There is an intermediate and more appropriate strategy. I am reliably informed by countrymen that it is possible to detect diseased badger sets by inspection of the runs and other signs. Thus it is possible to avoid mass culling - which may actually be counter-productive - in favour of selective elimination of diseased animals. A measure which is to the benefit of the badger population as a whole and the cattle. A group of concerned West Country farmers and vets have recently produced a DVD* outlining the present problems and the potential for training others in the recognition of diseased sets. It is to be hoped that a coherent policy may be formulated about such an approach.
Should an effective vaccine and delivery system become available in due course, then it would be (as in humans) an adjunct to rather than a replacement for effective infection control measures.
* - Bovine TB – A Way Forward, a film by Chris Chapman, will be released at the end of January. For details go to the homepage www.chrischapmanphotography.co.uk and click on FILM
Email received January 8th 2010 from Dr Paul Gillett, M.B, Ch.B, MRCP, FRCPath in response to comments by Dr Colin Fink
" I agree with the general thrust of his comments that no single measure is likely to be a panacea. I also agree with Colin what is required is a coherent and co-ordinated set of measures to reduce the transmission of bovine TB in badgers and prevent as far as possible the infection reaching cattle or alpacas.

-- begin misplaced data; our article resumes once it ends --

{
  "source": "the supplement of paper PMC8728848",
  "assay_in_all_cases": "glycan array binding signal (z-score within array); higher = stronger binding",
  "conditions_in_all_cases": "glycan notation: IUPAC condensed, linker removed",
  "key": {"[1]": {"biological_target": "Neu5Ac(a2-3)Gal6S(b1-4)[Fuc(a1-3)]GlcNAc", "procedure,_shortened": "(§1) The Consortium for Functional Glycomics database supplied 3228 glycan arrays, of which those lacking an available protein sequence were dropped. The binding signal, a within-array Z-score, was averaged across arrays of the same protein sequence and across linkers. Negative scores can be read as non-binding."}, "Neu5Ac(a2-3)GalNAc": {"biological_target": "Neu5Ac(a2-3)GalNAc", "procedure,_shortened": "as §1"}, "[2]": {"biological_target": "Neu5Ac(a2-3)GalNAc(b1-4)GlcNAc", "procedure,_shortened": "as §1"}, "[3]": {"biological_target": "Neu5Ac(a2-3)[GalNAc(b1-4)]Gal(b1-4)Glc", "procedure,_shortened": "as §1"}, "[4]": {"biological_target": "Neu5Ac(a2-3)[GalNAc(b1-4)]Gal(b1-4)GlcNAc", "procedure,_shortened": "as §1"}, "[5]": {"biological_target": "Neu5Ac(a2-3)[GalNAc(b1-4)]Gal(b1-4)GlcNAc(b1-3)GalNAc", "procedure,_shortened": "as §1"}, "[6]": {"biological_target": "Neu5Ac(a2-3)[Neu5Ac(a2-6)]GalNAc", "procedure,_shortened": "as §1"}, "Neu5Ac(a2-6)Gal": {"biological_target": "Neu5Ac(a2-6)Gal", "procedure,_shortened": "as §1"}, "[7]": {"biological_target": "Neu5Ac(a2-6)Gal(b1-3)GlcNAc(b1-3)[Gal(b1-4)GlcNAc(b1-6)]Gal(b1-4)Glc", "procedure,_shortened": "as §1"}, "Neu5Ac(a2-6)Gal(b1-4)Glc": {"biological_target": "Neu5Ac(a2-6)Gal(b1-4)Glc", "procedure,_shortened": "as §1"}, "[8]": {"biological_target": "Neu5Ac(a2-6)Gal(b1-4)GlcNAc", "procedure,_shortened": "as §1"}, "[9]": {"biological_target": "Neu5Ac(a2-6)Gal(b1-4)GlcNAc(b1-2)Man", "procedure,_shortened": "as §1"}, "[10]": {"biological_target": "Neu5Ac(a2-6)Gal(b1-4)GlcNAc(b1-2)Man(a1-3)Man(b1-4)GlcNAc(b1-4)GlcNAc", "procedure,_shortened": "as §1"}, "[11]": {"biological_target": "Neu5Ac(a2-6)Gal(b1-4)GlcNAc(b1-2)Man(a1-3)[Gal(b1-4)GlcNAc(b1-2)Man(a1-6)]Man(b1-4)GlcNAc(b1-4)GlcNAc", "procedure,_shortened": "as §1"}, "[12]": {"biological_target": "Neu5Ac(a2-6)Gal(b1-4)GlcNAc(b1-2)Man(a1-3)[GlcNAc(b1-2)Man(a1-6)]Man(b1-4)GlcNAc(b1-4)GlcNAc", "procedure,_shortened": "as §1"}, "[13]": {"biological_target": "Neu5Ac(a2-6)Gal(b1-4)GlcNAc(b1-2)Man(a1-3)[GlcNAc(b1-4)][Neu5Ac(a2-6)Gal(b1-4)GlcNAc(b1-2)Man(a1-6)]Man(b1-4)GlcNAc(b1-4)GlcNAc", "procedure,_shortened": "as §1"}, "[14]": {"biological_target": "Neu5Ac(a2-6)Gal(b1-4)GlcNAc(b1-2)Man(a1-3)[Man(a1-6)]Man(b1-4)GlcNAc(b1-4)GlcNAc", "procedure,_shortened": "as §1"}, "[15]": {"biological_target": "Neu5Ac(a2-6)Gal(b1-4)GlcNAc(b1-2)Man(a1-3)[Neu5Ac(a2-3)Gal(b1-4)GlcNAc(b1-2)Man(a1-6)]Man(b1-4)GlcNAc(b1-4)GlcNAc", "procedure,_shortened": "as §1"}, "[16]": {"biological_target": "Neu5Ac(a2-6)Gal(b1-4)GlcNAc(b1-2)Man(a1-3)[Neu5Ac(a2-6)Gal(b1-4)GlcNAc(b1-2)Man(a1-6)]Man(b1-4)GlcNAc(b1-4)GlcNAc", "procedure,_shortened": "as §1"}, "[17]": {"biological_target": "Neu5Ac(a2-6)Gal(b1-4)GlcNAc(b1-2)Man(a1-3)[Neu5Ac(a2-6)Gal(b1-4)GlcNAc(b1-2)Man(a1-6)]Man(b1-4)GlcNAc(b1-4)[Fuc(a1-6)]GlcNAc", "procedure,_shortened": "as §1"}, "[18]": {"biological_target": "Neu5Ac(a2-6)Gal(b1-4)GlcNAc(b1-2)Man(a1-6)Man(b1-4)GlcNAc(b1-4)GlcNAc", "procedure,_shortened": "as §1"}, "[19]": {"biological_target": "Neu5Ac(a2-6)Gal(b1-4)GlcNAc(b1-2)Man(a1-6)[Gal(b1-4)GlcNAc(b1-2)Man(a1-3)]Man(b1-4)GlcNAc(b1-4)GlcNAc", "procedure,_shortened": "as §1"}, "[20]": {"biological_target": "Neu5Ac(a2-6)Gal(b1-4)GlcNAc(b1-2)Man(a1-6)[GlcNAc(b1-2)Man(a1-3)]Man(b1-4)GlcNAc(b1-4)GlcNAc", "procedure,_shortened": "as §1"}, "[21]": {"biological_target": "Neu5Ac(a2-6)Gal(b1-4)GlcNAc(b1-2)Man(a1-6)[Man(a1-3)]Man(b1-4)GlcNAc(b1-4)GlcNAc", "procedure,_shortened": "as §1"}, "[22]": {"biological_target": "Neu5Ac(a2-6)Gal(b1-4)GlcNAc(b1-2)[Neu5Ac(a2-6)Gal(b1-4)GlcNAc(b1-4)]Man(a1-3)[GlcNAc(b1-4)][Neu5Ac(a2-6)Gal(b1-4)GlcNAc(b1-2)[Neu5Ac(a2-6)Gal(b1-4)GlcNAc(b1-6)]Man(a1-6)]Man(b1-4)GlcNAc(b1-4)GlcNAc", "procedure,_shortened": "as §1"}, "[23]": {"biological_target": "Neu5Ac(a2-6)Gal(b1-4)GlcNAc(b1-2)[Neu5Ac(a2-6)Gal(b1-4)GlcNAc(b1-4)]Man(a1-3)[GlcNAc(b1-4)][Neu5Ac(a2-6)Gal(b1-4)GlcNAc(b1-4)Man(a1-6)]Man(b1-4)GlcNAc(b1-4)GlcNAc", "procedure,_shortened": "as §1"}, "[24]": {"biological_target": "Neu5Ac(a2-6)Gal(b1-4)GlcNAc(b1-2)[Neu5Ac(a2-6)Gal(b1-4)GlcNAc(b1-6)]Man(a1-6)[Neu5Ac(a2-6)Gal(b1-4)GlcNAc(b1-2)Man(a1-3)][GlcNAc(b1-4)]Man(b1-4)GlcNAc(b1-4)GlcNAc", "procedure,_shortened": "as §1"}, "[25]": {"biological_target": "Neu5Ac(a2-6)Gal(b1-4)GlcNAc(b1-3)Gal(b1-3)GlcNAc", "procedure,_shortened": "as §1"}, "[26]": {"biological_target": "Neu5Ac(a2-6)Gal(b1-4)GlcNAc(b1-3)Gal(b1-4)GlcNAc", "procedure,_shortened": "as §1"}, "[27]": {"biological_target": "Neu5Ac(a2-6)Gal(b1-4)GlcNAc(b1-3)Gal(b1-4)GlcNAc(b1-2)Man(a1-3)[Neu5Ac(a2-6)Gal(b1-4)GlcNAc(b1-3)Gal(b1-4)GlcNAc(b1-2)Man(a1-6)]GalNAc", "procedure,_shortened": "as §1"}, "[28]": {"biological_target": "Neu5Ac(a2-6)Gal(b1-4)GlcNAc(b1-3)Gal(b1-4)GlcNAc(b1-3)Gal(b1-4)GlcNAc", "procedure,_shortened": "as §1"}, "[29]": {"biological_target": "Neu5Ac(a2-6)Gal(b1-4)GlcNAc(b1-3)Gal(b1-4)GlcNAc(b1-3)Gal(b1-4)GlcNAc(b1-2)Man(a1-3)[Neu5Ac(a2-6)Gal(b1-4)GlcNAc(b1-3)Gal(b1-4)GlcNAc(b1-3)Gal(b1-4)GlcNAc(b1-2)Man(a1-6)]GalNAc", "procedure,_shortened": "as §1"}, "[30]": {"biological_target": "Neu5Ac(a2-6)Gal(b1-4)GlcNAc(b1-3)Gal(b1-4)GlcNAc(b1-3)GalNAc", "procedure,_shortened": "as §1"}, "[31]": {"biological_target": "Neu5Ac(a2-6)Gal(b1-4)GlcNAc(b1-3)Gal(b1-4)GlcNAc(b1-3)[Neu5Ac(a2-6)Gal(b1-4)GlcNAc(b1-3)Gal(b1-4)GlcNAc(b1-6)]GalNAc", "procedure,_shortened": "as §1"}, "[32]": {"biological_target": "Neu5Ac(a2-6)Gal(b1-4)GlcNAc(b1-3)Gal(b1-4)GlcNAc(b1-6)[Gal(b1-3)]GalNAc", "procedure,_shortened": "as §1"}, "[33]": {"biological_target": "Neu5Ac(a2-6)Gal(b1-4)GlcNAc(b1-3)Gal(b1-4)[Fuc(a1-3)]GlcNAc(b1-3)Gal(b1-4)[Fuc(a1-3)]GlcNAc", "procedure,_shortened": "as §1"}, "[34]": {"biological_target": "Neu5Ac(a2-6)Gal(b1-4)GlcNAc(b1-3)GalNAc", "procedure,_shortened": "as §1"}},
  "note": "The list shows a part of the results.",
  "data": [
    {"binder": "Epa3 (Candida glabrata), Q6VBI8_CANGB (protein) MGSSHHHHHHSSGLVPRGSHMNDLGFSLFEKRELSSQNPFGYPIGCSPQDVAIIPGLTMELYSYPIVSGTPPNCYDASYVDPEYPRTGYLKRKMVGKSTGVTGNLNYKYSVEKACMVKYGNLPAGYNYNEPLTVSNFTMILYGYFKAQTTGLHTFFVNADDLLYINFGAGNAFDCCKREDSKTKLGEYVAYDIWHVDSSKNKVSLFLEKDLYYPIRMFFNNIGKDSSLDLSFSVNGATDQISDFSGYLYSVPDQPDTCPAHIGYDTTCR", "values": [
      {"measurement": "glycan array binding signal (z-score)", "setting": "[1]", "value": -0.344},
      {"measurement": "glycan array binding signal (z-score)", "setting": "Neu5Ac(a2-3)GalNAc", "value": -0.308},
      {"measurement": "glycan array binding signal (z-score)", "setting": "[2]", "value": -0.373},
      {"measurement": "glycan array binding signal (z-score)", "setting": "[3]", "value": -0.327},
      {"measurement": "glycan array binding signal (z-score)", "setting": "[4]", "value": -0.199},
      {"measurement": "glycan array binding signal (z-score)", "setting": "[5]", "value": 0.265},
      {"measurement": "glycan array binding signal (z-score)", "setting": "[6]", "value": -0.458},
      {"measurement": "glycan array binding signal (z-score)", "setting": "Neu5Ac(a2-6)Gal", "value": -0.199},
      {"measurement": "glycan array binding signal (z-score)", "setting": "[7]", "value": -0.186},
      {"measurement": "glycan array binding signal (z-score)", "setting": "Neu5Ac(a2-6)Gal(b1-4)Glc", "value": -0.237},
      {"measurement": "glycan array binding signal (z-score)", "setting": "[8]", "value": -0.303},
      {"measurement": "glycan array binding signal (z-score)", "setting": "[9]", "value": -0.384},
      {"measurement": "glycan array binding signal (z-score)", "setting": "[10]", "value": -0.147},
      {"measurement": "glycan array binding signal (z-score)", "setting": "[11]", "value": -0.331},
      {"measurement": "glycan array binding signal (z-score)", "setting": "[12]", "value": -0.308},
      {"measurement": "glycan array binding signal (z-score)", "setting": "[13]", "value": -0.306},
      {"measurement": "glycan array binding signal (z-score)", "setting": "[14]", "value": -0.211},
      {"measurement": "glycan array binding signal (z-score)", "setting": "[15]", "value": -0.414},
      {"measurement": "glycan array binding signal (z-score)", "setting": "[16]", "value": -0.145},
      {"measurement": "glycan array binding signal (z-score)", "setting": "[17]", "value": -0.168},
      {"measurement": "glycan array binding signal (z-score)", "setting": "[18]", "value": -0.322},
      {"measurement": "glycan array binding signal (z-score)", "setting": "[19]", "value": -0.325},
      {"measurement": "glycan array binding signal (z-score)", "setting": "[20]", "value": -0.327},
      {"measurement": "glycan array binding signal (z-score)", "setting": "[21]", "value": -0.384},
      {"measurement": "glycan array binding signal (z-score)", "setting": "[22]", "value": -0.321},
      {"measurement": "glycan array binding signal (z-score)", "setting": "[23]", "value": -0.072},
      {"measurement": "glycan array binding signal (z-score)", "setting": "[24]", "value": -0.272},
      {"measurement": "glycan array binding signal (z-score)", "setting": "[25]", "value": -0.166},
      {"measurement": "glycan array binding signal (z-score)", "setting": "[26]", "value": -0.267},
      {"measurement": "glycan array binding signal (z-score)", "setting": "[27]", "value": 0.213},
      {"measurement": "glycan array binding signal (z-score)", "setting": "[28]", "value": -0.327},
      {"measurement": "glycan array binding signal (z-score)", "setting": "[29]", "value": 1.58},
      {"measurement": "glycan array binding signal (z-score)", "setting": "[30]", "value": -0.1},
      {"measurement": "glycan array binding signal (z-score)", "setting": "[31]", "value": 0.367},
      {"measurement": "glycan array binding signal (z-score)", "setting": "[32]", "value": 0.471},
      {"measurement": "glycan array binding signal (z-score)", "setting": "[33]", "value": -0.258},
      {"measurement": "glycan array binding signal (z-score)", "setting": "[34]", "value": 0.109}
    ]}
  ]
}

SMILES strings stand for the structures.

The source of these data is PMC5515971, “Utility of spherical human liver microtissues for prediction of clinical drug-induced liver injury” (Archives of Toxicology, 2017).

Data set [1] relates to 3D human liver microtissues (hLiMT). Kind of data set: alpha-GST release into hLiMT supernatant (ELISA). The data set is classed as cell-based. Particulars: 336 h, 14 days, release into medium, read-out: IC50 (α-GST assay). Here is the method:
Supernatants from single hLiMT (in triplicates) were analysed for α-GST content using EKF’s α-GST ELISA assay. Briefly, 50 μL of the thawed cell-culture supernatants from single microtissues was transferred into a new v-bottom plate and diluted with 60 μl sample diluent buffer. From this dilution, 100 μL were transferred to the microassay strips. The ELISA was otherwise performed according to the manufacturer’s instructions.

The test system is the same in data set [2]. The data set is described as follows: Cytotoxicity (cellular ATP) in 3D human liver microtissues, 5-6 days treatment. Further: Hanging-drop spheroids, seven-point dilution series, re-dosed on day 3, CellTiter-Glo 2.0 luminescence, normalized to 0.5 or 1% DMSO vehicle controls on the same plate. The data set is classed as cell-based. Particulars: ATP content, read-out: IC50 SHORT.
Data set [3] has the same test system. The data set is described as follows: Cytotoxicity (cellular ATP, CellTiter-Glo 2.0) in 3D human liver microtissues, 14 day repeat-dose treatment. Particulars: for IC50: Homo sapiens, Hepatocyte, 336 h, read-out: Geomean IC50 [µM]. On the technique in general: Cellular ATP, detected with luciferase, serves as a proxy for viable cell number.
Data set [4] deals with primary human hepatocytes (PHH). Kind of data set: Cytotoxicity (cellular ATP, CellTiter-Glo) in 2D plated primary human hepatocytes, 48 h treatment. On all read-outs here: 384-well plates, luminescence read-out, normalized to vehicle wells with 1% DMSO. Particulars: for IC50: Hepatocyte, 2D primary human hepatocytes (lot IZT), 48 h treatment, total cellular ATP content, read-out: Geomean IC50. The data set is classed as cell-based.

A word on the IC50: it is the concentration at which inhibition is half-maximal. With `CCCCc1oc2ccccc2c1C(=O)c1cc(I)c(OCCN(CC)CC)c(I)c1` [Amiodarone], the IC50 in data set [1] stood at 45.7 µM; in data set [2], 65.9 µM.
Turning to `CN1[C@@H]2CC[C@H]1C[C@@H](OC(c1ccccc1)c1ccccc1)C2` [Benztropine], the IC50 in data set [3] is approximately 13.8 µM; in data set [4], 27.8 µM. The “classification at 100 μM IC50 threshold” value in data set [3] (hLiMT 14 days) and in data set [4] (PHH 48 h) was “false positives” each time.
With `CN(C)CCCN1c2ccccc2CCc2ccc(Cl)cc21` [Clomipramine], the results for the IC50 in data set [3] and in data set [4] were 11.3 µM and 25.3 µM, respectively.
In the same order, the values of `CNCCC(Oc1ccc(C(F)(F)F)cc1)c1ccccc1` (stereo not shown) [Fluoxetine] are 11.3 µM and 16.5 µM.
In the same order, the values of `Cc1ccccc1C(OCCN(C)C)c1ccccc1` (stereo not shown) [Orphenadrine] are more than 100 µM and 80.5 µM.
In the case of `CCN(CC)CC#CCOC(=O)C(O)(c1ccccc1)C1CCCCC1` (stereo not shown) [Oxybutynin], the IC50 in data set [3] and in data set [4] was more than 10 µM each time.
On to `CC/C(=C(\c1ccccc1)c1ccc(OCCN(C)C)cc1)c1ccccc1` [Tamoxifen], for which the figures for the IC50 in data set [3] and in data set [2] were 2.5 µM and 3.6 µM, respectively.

Such a policy would need to include identification of infected setts, something I am assured is possible by informed assessment. The assessment would need to be co-ordinated with cattle testing so that infection in cattle and badgers are treated at the same time. If this is not done at the same time there is a real danger of shuttling infection between the two. Assessment of badgers could be done either only when positive cattle reactors are found- the cheap option or when ever the cattle are tested. If signs of diseased setts are found I believe with the currently available technology it is not possible to distinguish reliably between infected and non-infected animals. Dormant infection which reactivates at times of impaired immune function, stress or malnutrition is a well recognised feature of mycobacterial disease. Once an infected sett is identified I really see no viable option to eliminating the whole sett population and destroying the sett because not only may the sett contain viable bacteria but they may also contain dead badgers that have died from TB. Whatever the detail it would need to be clearly stated and controlled.